AbstractWe examine how multitasking affects performance. We also examine whether individuals optimally choose their degree of multitasking or whether they perform better under an externally imposed schedule. Subjects in our experiment perform two different tasks according to one of three treatments: one where they perform the tasks sequentially, one where they are forced to multitask, and one where they can freely organize their work. Subjects who are forced to multitask perform significantly worse than those forced to work sequentially. Surprisingly, subjects who can freely organize their own schedule also perform significantly worse. These results suggest that scheduling is a significant determinant of productivity. Finally, our results do not support the stereotype that women are better at multitasking. Women suffer as much as men when forced to multitask and are actually less inclined to multitask when being free to choose. Copyright The Author(s) 2012
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Bibliographic InfoArticle provided by Springer in its journal Experimental Economics.
Volume (Year): 15 (2012)
Issue (Month): 4 (December)
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Web page: http://www.springerlink.com/link.asp?id=102888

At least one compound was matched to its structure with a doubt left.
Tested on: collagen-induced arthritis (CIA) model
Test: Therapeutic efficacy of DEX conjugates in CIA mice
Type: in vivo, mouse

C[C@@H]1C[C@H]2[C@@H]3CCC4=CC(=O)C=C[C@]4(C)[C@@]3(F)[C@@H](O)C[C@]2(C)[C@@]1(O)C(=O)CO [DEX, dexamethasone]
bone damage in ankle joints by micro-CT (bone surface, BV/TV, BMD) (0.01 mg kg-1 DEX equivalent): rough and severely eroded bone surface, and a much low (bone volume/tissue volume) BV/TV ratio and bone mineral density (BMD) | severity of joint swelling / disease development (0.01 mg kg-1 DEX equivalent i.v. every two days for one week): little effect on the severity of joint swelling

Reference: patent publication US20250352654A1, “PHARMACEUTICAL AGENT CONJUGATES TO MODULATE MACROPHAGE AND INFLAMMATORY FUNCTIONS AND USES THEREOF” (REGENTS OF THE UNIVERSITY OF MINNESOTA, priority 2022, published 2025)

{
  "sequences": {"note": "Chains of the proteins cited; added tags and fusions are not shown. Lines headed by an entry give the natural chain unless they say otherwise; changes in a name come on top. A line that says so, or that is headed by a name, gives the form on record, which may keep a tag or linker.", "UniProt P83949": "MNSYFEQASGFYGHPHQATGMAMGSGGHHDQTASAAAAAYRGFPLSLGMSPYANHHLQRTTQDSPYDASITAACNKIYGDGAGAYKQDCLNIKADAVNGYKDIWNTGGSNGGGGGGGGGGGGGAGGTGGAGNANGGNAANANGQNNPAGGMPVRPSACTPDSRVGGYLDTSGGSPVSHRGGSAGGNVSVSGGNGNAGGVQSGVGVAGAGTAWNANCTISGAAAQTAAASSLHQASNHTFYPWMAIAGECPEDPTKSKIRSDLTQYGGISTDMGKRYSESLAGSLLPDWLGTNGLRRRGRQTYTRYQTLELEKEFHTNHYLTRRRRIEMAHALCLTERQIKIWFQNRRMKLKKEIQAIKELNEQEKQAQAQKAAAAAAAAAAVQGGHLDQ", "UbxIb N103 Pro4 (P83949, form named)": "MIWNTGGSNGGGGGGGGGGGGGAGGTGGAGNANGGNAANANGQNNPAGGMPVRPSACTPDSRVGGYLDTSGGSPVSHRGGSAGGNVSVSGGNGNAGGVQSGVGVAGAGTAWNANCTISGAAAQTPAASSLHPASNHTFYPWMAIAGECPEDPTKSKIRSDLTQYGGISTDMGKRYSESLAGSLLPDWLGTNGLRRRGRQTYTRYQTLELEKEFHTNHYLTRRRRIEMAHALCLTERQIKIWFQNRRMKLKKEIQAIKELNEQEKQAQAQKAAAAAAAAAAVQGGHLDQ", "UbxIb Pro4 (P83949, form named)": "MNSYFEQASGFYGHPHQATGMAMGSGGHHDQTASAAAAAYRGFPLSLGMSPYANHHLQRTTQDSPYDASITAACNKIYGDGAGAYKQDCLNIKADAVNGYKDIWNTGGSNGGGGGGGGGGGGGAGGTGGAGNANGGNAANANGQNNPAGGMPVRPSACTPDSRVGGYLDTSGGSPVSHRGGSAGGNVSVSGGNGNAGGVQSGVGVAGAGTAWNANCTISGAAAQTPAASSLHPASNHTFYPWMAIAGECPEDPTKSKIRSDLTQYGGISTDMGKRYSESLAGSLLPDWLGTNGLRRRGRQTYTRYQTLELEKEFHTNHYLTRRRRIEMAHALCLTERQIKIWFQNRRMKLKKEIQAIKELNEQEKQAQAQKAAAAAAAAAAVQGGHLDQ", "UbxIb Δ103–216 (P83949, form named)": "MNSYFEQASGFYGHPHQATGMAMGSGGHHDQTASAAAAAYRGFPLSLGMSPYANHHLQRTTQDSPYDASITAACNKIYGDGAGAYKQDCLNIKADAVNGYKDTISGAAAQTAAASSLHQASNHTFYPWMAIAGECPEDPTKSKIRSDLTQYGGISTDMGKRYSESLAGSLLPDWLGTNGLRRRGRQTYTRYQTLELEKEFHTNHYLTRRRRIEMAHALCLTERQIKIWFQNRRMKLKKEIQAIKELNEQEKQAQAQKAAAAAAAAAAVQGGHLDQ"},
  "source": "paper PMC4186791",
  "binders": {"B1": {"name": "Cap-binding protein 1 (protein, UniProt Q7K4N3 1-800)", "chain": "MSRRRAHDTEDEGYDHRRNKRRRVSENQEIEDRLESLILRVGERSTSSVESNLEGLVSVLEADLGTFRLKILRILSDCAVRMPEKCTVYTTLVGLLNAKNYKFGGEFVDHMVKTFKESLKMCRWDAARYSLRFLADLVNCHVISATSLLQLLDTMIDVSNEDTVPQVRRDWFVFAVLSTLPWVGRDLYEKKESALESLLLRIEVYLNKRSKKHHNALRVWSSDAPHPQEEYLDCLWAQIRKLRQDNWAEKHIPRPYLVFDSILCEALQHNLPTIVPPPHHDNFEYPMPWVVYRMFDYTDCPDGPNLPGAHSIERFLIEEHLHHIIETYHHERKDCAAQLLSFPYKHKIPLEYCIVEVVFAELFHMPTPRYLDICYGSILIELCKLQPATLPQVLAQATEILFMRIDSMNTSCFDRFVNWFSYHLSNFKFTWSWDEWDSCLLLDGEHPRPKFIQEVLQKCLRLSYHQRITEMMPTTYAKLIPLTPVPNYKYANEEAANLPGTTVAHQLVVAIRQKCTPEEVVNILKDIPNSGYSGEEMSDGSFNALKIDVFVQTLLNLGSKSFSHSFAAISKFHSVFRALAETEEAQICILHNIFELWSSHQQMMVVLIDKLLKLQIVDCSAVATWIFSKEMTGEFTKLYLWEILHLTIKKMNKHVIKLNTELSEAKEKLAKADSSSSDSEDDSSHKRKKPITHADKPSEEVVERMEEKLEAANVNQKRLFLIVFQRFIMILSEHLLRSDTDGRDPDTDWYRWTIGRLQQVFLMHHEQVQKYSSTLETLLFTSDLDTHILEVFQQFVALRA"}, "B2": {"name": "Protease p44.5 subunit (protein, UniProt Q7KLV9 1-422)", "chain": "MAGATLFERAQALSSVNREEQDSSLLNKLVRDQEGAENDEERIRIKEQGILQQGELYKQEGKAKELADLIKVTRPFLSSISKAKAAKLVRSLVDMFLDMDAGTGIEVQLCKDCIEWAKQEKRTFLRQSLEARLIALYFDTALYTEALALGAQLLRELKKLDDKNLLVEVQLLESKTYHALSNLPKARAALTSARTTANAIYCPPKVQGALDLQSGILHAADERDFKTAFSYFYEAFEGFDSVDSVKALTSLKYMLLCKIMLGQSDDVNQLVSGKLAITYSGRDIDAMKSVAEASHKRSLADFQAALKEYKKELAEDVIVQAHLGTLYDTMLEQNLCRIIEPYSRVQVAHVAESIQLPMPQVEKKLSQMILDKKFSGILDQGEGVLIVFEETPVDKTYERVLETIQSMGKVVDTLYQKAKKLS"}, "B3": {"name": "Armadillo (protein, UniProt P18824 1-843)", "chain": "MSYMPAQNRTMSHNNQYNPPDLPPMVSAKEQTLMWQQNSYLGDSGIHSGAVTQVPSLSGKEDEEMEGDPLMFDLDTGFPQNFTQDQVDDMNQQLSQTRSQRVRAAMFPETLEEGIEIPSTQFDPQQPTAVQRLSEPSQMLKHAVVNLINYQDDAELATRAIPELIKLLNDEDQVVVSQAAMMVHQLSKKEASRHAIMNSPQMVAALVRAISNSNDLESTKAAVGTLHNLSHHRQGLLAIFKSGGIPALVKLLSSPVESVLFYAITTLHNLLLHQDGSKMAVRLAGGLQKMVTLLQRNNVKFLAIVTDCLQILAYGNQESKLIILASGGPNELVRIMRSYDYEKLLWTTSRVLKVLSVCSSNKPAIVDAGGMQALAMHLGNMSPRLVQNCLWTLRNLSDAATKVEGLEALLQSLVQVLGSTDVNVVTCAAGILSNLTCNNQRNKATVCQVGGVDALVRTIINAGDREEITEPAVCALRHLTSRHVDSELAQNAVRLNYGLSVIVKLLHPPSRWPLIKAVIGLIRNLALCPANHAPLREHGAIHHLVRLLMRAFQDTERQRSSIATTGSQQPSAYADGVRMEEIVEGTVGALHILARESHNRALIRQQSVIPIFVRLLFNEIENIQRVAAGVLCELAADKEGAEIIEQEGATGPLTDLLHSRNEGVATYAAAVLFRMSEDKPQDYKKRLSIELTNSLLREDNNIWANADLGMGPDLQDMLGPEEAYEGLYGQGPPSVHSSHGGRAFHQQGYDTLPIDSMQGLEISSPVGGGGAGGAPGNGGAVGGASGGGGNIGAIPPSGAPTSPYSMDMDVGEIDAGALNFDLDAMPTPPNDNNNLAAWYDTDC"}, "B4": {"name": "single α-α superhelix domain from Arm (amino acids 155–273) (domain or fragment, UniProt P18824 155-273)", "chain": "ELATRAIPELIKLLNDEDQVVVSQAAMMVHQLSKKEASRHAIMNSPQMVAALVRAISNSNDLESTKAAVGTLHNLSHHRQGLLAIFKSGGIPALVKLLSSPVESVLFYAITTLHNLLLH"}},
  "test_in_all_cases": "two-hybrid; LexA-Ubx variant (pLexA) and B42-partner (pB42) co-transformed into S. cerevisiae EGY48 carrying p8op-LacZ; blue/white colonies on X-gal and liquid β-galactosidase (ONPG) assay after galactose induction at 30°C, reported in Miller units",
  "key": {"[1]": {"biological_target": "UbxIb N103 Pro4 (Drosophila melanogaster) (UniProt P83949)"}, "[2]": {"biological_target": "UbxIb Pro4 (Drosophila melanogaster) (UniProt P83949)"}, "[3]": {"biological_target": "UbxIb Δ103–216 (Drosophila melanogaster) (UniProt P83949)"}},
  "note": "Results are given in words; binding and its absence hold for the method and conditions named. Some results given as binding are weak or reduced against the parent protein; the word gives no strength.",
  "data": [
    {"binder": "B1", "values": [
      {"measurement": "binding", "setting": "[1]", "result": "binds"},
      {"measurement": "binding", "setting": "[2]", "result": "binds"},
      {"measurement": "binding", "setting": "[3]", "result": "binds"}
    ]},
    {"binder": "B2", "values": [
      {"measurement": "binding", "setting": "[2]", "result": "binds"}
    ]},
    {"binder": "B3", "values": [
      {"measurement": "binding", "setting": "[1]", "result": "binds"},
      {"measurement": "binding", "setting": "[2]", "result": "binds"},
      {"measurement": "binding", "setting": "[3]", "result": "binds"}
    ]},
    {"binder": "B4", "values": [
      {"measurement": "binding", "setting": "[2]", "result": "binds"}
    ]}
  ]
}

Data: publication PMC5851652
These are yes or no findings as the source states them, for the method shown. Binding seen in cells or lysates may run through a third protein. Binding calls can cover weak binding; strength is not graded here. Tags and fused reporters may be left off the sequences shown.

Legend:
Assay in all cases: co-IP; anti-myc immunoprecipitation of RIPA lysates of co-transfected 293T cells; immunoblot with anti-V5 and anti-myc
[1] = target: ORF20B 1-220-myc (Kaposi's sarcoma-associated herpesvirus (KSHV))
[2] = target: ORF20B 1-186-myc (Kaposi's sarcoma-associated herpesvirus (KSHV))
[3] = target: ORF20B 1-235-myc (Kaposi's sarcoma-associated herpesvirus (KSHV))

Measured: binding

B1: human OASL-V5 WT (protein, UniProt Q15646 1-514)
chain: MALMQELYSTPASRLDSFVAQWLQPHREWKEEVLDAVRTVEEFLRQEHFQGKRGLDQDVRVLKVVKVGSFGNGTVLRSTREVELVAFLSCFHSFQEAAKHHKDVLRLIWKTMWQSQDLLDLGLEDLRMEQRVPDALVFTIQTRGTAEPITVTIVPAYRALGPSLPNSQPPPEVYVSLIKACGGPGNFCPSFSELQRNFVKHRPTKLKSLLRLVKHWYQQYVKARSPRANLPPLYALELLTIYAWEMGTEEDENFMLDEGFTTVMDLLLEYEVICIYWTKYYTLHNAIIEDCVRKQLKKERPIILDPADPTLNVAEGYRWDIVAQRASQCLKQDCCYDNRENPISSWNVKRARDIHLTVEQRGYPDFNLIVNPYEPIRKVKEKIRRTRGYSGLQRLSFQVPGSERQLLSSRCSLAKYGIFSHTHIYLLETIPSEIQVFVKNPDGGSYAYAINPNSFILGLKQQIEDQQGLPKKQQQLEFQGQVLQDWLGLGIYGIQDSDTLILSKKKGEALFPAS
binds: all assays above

Multitasking; Productivity; Lab experiment; Gender; C91; J24; J16;
Other versions of this item:
- Thomas Buser & Noemi Peter, 2011. "Multitasking: Productivity Effects and Gender Differences," Tinbergen Institute Discussion Papers 11-044/3, Tinbergen Institute.
- C91 - Mathematical and Quantitative Methods - - Design of Experiments - - - Laboratory, Individual Behavior
- J16 - Labor and Demographic Economics - - Demographic Economics - - - Economics of Gender; Non-labor Discrimination
- J24 - Labor and Demographic Economics - - Demand and Supply of Labor - - - Human Capital; Skills; Occupational Choice; Labor Productivity
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Blog mentionsAs found by EconAcademics.org, the blog aggregator for Economics research:
- Multitasking: Productivity Effects and Gender Differences
by Nicholas Gruen in Club Troppo on 2011-03-28 23:52:10
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